The Cadillac tax is an unofficial term used to describe an excise tax penalty imposed on employers who offer health insurance plans that are too expensive according to the Affordable Care Act’s guidelines. Starting January 1, 2020, the IRS will tax companies offering a plan that exceeds the prescribed cost limits. However, by reviewing their insurance plans ahead of time, employers can make any adjustments needed to avoid this penalty.
Creating this Cadillac tax is the ACA’s way of encouraging cost control for health care coverage. Although this excise tax’s details are still undergoing adjustments, employers should generally expect to pay 40 percent of any health insurance costs that exceed the federal cost index. Be aware that the excise tax will not be a deductible expense.
Numbers to Know
To help employers prepare, the ACA has released threshold amounts using today’s dollar: $10,200 per year for an individual plan and $27,500 per year for a family plan. These amounts will be adjusted for inflation, and by 2018, the actual threshold amounts may be higher.
The threshold amounts come with some variation in case your particular workforce falls outside the demographic average. The ACA will adjust the thresholds to account for gender variations, age and certain types of employment such as construction or law enforcement.
Calculating the Future
To figure out if the health plans you provide may exceed the threshold, you’ll need to look at the full cost of coverage, including what employees pay and the company pays for coverage. One way to estimate this total cost is to look at the COBRA rate for your plan — the cost that an individual pays to continue coverage after leaving the company.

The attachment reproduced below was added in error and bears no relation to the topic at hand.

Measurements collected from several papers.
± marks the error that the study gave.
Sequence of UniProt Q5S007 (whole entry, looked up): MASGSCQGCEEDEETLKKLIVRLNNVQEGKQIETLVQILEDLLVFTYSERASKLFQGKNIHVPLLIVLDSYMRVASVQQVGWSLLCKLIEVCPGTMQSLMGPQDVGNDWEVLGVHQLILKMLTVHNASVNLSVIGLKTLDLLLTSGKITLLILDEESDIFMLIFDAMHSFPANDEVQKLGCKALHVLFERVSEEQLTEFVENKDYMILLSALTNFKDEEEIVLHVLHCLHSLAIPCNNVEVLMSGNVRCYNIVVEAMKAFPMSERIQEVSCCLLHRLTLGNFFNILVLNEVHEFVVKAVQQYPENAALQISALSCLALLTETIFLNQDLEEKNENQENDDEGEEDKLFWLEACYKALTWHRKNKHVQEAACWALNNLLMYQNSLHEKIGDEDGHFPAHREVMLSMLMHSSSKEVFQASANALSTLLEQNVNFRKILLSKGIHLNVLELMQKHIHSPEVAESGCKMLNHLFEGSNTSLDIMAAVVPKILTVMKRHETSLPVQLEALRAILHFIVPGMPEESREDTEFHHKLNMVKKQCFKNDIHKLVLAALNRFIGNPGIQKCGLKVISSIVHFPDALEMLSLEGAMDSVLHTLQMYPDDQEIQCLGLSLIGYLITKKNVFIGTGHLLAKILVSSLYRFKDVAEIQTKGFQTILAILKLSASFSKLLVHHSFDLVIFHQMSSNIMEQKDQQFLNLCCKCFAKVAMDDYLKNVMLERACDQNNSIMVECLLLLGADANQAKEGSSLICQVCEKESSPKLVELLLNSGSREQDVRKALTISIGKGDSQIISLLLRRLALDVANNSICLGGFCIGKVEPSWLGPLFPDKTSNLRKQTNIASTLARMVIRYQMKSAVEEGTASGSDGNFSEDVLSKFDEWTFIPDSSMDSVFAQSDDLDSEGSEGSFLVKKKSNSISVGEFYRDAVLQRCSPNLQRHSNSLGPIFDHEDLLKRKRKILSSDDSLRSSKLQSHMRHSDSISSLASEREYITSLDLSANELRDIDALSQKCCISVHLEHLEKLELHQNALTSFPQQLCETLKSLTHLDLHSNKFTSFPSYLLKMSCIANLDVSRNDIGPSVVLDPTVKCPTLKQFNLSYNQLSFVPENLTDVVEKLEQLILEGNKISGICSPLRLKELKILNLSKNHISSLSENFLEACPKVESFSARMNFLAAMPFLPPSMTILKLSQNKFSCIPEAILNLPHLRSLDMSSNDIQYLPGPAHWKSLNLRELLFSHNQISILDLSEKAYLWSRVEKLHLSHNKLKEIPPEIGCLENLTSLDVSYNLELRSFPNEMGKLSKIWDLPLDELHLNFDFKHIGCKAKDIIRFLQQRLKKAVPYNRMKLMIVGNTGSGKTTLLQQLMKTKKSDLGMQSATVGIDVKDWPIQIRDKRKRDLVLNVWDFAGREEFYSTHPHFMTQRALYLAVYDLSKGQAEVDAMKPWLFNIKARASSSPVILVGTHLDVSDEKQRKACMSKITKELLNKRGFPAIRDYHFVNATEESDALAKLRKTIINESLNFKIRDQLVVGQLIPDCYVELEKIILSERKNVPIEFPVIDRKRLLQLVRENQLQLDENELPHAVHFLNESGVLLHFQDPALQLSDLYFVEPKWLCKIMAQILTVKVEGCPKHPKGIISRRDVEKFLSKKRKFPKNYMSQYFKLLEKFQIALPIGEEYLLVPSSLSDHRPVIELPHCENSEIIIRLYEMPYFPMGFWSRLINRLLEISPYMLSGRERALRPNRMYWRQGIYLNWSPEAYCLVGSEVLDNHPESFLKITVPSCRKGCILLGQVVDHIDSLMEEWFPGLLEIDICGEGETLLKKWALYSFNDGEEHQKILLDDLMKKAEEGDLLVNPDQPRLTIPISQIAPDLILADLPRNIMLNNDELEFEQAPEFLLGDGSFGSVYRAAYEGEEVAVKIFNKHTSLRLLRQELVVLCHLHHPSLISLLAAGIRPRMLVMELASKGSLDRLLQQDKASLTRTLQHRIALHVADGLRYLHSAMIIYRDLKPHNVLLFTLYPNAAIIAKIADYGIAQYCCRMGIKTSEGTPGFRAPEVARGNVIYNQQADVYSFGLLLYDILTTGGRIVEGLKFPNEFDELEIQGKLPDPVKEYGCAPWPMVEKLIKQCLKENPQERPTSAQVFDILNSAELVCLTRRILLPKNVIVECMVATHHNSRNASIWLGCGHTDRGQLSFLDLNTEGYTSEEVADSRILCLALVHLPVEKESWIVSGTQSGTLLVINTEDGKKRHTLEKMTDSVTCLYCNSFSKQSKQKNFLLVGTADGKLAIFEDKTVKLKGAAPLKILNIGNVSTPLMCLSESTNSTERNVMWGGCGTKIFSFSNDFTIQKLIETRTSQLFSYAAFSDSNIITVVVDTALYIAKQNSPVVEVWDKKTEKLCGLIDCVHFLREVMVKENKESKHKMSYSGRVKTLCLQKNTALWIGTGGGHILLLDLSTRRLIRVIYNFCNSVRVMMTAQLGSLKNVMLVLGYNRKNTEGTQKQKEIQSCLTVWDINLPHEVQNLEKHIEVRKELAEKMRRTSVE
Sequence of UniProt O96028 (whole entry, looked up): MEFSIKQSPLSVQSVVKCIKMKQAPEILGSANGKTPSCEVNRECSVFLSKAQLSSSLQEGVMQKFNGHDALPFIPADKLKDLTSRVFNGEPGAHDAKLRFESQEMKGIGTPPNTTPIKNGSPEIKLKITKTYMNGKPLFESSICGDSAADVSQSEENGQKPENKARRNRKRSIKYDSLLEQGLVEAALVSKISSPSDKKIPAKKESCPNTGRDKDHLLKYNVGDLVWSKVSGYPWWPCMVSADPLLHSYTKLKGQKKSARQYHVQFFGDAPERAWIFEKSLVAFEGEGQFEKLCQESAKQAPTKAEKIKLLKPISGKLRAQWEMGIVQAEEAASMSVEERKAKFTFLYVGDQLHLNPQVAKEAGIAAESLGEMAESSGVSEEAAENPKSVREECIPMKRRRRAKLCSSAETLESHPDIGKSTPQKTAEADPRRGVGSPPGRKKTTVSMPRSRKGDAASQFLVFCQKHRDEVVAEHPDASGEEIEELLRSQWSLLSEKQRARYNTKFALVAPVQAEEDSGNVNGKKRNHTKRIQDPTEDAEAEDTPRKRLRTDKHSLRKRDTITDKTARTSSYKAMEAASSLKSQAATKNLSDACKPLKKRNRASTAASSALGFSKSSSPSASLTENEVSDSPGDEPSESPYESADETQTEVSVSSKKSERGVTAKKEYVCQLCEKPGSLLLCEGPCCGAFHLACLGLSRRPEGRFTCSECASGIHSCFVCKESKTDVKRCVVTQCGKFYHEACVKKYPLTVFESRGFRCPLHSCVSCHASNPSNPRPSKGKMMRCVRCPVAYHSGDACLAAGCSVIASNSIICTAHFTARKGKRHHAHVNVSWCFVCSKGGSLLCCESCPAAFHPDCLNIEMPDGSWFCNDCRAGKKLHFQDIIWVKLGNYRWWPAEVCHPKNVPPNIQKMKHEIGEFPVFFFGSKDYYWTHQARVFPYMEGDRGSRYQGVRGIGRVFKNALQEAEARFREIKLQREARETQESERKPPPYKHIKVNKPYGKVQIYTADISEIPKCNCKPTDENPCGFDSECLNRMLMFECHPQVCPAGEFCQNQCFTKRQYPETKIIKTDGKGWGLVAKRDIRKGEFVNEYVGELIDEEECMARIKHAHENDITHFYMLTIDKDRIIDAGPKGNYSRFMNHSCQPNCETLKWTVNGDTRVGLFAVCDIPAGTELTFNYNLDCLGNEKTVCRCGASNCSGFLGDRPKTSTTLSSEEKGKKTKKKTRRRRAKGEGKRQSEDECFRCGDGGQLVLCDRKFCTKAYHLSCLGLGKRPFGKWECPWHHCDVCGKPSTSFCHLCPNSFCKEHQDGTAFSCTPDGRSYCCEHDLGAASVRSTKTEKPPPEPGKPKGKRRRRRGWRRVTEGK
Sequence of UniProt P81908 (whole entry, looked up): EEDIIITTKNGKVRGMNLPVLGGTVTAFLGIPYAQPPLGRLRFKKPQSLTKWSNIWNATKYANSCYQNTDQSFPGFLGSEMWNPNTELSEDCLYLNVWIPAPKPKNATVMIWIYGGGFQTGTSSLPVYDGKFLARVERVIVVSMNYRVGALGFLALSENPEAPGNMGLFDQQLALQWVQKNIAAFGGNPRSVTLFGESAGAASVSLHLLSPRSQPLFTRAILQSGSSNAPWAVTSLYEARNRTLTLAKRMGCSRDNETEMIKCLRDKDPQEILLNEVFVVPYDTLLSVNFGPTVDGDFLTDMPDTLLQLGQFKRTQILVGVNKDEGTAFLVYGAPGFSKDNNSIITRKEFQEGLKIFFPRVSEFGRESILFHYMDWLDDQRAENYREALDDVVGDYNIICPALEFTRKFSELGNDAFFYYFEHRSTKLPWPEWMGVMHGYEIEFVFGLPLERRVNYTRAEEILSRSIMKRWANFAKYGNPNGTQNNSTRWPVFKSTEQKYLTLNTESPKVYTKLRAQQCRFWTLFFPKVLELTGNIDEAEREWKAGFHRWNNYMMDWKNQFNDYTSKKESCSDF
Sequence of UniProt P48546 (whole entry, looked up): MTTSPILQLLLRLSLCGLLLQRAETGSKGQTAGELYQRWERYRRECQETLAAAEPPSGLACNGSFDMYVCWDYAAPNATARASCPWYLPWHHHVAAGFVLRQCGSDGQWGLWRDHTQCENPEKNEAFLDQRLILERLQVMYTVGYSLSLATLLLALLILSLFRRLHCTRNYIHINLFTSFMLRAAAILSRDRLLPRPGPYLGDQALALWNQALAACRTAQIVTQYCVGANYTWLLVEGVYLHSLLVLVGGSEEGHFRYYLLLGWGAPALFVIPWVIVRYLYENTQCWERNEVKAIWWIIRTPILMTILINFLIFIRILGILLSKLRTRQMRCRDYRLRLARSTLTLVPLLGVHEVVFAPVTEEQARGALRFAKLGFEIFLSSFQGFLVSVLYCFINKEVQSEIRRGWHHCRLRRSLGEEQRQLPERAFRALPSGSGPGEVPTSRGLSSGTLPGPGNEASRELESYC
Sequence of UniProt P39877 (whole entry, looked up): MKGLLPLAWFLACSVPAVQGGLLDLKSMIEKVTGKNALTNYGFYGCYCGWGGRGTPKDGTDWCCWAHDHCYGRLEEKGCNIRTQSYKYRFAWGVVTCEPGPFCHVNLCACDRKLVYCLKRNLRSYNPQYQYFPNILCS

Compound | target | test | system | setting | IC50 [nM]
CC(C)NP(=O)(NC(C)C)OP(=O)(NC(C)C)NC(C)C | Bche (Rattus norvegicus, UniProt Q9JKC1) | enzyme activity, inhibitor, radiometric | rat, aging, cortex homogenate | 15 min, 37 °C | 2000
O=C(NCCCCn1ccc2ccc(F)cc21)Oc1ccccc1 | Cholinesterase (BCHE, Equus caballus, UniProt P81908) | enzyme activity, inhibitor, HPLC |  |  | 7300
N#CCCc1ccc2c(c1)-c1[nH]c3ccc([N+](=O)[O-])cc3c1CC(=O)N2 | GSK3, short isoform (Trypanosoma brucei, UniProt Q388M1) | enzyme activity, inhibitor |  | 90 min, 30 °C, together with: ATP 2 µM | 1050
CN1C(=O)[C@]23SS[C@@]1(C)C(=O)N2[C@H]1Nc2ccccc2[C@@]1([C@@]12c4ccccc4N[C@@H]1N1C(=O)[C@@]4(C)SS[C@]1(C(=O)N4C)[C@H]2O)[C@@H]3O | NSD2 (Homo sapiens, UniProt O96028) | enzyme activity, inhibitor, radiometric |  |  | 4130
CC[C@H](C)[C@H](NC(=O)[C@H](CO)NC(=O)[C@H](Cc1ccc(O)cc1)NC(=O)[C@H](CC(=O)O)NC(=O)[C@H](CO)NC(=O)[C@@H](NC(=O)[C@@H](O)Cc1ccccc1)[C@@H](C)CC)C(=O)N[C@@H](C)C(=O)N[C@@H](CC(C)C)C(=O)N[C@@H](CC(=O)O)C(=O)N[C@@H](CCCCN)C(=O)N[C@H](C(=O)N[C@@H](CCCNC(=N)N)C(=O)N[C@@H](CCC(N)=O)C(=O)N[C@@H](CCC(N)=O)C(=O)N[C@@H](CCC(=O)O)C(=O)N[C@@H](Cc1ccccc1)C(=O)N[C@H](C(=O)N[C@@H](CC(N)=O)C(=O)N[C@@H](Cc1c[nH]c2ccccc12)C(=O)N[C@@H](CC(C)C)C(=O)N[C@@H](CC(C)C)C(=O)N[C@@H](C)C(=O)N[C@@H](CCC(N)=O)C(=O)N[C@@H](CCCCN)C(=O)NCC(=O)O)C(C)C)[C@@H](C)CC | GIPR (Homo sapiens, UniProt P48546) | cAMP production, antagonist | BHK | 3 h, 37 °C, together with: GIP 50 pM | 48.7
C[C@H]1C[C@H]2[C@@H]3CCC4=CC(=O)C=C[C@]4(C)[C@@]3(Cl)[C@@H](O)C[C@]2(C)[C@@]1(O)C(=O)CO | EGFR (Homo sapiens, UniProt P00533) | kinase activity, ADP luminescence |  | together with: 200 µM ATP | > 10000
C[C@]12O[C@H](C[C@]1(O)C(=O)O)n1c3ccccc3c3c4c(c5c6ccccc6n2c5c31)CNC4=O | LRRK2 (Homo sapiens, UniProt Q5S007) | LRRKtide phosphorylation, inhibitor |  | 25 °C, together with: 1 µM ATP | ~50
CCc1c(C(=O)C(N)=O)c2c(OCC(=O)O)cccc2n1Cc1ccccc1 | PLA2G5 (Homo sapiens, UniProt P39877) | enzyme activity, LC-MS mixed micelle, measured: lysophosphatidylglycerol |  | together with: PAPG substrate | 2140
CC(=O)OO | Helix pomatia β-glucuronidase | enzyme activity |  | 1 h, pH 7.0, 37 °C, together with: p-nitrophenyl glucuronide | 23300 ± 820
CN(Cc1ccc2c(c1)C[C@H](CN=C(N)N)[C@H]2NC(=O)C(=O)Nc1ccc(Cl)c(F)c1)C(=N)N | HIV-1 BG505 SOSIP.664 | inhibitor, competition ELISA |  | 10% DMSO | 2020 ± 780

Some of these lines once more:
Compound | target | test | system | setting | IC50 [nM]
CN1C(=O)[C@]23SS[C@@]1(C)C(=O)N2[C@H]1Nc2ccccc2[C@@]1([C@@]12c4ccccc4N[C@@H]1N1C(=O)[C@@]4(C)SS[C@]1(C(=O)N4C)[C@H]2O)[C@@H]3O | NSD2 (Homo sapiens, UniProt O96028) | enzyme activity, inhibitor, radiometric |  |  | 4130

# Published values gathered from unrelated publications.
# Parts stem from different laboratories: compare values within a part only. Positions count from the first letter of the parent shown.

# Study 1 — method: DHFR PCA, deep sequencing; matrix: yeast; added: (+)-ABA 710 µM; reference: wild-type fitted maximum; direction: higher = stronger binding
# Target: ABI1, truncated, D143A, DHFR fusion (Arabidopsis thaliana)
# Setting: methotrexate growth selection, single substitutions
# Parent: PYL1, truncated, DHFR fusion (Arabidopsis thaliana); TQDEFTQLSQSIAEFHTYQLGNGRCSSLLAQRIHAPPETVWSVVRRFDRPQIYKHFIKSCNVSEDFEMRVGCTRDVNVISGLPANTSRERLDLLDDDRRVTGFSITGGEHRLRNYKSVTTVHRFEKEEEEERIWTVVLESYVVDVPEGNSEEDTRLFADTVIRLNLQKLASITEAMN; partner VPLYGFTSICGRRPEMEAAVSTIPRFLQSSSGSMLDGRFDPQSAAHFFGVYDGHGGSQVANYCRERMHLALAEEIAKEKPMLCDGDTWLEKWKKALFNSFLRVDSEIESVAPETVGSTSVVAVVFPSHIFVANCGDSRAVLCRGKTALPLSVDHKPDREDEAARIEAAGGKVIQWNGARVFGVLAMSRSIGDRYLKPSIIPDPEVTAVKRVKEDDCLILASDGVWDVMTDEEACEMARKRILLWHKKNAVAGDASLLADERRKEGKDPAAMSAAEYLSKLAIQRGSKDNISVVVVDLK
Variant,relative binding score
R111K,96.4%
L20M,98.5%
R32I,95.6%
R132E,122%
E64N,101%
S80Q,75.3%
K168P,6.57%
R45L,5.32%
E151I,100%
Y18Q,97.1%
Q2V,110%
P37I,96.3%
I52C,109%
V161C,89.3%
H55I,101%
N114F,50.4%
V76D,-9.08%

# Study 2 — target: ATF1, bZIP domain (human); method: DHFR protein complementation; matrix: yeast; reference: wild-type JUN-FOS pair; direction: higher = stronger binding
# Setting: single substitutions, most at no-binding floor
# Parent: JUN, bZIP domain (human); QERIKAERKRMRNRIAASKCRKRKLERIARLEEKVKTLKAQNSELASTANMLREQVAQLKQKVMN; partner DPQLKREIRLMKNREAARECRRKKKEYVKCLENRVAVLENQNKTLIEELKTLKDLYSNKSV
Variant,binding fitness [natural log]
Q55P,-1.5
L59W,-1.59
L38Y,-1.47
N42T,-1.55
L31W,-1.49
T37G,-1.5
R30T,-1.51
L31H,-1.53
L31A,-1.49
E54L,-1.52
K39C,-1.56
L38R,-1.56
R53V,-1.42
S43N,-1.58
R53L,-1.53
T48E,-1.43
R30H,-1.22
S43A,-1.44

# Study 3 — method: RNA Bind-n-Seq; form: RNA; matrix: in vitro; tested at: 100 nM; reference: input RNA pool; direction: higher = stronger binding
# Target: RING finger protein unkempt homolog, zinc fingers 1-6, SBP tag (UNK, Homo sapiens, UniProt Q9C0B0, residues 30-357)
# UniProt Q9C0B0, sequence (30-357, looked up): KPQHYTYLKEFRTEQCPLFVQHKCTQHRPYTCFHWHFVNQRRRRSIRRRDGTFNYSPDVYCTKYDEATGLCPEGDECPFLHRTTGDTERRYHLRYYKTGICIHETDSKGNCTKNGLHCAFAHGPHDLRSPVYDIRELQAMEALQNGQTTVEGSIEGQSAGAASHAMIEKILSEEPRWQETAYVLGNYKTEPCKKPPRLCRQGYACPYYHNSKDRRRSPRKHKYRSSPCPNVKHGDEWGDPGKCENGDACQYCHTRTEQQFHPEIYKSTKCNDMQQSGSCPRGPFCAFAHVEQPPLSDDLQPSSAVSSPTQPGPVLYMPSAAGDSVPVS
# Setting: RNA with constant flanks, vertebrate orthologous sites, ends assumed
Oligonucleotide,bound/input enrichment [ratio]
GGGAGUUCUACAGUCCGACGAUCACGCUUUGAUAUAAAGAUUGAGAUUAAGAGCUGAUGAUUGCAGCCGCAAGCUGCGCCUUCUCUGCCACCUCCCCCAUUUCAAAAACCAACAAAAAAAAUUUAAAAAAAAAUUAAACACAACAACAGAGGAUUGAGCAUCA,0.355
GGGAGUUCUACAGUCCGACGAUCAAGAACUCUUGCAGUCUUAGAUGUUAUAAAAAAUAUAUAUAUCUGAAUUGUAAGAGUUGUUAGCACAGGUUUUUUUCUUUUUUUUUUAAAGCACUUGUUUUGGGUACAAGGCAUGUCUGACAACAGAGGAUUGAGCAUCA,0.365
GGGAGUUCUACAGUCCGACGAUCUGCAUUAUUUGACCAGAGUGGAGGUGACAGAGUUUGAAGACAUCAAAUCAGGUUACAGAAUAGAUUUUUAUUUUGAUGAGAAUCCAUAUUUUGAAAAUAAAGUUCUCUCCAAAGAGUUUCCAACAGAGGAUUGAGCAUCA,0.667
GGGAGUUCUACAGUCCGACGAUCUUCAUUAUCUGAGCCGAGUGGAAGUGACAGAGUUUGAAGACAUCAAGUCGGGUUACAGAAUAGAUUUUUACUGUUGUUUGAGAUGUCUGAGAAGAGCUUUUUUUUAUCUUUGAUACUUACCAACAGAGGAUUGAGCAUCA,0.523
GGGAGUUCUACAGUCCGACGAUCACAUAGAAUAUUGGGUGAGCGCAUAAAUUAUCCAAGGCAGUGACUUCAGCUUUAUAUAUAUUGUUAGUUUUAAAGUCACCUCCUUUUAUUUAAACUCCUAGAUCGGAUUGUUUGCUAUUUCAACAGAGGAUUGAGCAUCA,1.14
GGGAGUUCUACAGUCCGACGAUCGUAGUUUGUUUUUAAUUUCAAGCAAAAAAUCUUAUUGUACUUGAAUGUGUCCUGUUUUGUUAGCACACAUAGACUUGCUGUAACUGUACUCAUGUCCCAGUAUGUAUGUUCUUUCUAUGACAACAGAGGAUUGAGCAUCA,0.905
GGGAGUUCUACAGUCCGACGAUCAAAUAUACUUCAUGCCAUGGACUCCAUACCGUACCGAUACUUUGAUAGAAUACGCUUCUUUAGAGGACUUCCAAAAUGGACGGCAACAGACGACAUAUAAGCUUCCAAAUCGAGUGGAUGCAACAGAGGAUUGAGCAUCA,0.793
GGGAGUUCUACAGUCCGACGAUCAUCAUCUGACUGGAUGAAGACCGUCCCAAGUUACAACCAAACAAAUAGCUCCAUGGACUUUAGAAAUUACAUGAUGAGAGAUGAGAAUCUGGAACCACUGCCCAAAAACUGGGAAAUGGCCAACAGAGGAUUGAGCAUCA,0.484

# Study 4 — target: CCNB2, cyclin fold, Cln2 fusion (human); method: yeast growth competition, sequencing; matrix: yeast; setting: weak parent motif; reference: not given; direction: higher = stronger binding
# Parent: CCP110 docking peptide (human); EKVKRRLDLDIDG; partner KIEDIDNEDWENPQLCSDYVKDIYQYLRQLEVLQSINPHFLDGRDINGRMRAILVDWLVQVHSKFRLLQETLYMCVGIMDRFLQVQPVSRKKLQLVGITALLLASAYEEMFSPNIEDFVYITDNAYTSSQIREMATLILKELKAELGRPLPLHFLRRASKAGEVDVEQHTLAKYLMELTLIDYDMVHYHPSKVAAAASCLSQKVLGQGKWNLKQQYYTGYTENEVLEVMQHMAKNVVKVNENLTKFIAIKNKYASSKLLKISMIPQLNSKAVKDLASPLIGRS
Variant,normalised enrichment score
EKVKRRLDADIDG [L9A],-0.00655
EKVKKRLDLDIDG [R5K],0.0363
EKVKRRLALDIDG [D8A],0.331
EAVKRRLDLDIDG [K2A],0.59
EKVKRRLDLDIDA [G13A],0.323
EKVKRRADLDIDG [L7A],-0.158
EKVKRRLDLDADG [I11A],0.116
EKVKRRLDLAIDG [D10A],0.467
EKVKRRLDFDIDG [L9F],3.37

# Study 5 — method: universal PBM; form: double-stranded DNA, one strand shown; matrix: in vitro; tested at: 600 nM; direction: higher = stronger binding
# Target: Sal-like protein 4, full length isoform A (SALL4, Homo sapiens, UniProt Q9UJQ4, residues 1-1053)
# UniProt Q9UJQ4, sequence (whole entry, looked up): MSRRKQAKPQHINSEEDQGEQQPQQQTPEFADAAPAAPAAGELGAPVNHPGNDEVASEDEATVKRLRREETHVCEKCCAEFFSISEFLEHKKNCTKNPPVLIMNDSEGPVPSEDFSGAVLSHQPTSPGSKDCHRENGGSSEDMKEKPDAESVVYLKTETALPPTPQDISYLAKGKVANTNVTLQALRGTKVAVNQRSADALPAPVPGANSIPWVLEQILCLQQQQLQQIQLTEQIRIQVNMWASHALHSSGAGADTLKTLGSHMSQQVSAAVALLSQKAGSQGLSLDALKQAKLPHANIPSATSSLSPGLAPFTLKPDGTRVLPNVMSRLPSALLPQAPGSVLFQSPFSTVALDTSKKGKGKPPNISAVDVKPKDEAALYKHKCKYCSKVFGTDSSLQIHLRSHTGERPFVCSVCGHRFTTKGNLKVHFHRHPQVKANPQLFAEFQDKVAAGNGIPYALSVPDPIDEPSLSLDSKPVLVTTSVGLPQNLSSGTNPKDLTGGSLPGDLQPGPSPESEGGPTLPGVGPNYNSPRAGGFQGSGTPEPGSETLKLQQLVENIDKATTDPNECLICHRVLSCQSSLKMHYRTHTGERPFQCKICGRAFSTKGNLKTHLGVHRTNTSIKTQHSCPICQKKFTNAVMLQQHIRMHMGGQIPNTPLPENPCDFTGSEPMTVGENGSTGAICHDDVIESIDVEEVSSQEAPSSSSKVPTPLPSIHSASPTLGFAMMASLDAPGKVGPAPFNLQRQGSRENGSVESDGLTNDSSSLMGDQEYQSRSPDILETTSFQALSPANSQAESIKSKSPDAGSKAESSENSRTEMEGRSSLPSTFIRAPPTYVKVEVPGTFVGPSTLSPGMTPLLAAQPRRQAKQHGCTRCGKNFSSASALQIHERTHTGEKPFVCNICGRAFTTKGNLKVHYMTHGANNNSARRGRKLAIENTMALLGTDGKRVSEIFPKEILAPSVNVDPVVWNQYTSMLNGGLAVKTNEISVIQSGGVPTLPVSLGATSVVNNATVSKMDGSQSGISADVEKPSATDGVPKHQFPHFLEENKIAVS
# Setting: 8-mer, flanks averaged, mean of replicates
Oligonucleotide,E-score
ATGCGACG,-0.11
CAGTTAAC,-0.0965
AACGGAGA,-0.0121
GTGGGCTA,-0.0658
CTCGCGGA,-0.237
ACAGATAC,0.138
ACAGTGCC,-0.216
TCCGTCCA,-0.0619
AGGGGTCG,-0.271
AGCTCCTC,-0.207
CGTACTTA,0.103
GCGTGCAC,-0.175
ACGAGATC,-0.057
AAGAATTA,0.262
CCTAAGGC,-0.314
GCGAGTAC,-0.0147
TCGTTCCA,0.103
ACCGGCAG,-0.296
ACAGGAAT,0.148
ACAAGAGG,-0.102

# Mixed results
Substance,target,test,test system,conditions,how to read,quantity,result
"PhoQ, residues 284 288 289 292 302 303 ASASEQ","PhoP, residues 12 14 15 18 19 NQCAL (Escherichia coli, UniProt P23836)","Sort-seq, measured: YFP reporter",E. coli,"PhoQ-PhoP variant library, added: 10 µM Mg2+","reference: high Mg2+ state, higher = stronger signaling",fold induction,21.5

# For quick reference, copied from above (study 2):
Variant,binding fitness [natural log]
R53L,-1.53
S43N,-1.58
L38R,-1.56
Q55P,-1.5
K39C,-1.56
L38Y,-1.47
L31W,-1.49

Some employers offer employees several health plan options, ranging from low-cost HMO plans to high-cost plans with few restrictions. Each plan will need to be reviewed for potential Cadillac tax risk. Some of those plans may differentiate further by offering plans for couples with no children or families with more than five or six members. All of these fall under the “family” category for purposes of calculating the excise tax.
The threshold levels are only meant to measure the regular monthly cost per employee. Out-of-pocket costs, such as co-pays and co-insurance, are not calculated as part of the employee’s cost.
Some options to consider for avoiding the tax include:
– changing plans to options that have a lower overall cost
– encouraging employees to use the appropriate level of care for their needs — for example, for non-emergenices use urgent care instead of going to the emergency room
– reviewing who your plan covers, such as spouses who have coverage available through their own employer
This content is provided solely for informational purposes. It is not intended as and does not constitute legal advice. The information contained herein should not be relied upon or used as a substitute for consultation with legal, accounting, tax and/or other professional advisers.
Dylan Murray has an MBA from San Diego State University and a bachelor’s degree in communication from Boston University. He is a licensed insurance agent in California, but he works as a professional researcher and writer reporting on business trends in estate law, insurance and private security. Dylan has worked as a script analyst with the Sundance Institute and the Scriptwriters Network in Los Angeles. He lives in San Diego, California, and Marseille, France.